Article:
Financial Advisor Career Overview: Financial advisor (FA) and financial consultant (FC) are contemporary job titles for what used to be called a stockbroker, broker, account executive or registered representative. A variant spelling, financial adviser, also is used sometimes.
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More Detail on the Job: For those seeking information beyond an introductory level, this guidesite includes a number of other articles that explore financial advisor careers and related issues in more detail. These articles are organized into these categories:
- Career Development for Financial Advisors
- Practice Development for Financial Advisors
- Client Service Issues for Financial Advisors
- Investment Products
- Investment Strategies
- Behavioral Finance
- Ideas for Small Business Clients
Traditionally, the job of a financial advisor has involved buying and selling securities (such as stocks and bonds) on behalf of clients. The change in titles outlined above is supposed to reflect the fact that, rather than being focused primarily on facilitating transactions, financial advisors really should be more like investment advisers and financial planners who take a holistic view of their clients' financial needs and goals. Other variations in title, such as wealth management advisor, also are used, sometimes to denote a financial advisor who has additional training, certifications and/or experience.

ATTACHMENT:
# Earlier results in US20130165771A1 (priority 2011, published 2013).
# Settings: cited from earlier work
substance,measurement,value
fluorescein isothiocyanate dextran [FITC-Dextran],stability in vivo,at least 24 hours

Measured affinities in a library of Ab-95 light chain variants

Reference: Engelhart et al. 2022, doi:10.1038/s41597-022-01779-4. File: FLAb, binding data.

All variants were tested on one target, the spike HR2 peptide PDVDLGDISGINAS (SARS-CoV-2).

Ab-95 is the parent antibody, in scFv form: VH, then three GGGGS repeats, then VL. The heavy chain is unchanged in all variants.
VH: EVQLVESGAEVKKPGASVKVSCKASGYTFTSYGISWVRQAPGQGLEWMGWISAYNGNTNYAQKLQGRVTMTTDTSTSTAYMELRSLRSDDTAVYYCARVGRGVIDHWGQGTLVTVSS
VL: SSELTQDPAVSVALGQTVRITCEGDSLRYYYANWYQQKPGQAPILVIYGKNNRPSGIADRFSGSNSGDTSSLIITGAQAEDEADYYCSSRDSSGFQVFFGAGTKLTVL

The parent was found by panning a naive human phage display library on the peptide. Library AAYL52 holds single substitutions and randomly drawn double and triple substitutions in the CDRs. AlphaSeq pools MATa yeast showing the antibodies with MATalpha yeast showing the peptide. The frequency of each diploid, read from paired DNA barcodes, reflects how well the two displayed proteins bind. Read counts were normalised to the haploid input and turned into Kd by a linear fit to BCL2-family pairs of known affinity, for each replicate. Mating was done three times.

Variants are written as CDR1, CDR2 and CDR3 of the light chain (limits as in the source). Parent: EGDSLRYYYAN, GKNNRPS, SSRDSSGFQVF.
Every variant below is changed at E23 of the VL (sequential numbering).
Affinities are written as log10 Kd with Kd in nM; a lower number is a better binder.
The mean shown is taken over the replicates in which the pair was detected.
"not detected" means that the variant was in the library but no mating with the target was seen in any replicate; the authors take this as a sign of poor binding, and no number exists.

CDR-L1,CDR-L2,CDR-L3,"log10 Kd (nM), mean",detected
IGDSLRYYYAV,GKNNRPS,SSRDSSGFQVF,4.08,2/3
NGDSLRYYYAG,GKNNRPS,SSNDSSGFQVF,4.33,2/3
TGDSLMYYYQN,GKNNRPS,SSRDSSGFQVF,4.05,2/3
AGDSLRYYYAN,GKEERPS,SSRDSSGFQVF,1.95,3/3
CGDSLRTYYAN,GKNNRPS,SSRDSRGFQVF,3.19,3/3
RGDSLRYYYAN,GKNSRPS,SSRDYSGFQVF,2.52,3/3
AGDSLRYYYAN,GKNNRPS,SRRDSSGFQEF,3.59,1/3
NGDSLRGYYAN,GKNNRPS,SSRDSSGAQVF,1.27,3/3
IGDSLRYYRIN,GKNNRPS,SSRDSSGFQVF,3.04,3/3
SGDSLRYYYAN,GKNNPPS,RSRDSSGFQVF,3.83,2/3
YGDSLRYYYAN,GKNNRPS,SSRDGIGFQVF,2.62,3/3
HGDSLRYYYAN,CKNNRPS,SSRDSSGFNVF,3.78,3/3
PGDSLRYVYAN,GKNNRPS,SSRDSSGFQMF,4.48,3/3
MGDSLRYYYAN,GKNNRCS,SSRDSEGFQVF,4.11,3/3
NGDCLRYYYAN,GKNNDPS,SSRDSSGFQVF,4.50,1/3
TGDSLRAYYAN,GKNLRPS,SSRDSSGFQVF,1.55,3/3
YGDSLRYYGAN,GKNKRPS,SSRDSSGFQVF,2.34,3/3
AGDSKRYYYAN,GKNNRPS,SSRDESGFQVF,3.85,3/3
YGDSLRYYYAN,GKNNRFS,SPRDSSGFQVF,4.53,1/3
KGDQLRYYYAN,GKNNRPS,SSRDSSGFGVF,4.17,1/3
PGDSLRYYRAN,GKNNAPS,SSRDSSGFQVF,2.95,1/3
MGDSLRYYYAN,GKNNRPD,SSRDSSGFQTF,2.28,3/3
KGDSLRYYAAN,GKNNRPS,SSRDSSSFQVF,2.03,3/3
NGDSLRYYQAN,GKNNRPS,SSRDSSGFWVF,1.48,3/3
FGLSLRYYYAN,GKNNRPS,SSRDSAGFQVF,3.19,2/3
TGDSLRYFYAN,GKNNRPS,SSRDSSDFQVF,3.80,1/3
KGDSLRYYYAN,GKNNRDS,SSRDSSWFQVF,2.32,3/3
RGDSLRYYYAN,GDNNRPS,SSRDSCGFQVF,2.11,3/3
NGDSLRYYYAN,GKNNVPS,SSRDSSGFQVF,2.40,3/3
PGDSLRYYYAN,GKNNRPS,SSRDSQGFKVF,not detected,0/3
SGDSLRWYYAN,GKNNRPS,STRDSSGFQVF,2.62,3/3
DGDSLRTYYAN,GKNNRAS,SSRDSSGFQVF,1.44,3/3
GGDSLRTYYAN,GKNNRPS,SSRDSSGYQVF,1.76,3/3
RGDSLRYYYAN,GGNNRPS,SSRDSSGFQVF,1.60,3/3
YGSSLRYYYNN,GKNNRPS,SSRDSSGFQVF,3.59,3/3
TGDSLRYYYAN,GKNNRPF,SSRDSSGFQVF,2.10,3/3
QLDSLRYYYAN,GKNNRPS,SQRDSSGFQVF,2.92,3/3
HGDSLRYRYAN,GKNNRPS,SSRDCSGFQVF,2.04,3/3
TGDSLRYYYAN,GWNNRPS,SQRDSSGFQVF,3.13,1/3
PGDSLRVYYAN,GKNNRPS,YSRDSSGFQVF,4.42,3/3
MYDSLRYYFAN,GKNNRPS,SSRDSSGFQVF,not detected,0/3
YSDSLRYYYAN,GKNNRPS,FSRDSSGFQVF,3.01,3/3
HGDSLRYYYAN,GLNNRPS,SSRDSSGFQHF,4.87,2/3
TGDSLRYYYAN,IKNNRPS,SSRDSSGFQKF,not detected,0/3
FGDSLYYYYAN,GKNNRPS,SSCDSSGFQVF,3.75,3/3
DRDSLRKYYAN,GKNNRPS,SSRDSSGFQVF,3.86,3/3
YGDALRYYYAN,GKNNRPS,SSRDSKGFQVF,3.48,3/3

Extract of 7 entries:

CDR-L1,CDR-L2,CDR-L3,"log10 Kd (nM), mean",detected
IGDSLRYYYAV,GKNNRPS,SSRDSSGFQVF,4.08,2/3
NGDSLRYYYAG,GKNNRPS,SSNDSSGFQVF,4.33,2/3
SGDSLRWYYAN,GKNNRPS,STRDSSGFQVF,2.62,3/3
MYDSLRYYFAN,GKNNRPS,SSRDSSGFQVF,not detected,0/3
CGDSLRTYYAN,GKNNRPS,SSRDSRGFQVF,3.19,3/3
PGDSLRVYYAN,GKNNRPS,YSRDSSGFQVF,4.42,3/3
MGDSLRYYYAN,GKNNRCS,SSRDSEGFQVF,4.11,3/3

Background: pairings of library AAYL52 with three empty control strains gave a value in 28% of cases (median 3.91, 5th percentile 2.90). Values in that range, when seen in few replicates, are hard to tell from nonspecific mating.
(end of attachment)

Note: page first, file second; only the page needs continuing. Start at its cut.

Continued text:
Specialization: Some financial advisors focus on serving individual or retail clients and others concentrate on business or institutional clients. Some securities firms prefer that financial advisors specialize in this fashion, others leave it up to the individual advisors to choose whatever mix of clients they prefer. Business clients who require specialized advice and services (such as in working capital management or business loans) may prefer financial advisors with detailed knowledge in these areas.
Education: A bachelor's degree is expected for a financial advisor. Coursework in finance, accounting and/or economics is helpful, though not required. Strong quantitative and analytic skills are vital. An MBA can give you a leg up in the hiring process, depending on the firm and the situation, as might legal studies or a law degree. In any case, compensation (see below) is tied strictly to performance, not to academic credentials.
Entering the Field: Major Wall Street firms used to run extensive financial advisor training programs, mainly for recent college graduates, but many of these have been dismantled over the past decade to save costs. Entering the field thus is becoming more difficult. Instead, firms increasingly rely on recruiting experienced financial advisors from competitors. When they do train new ones, they usually seek experienced financial industry professionals looking for a career change. Moreover, becoming a financial advisor today often requires intensive networking, aimed at finding an established individual practitioner or team willing to take on an apprentice, to help in serving and/or expanding his/her/their book of business.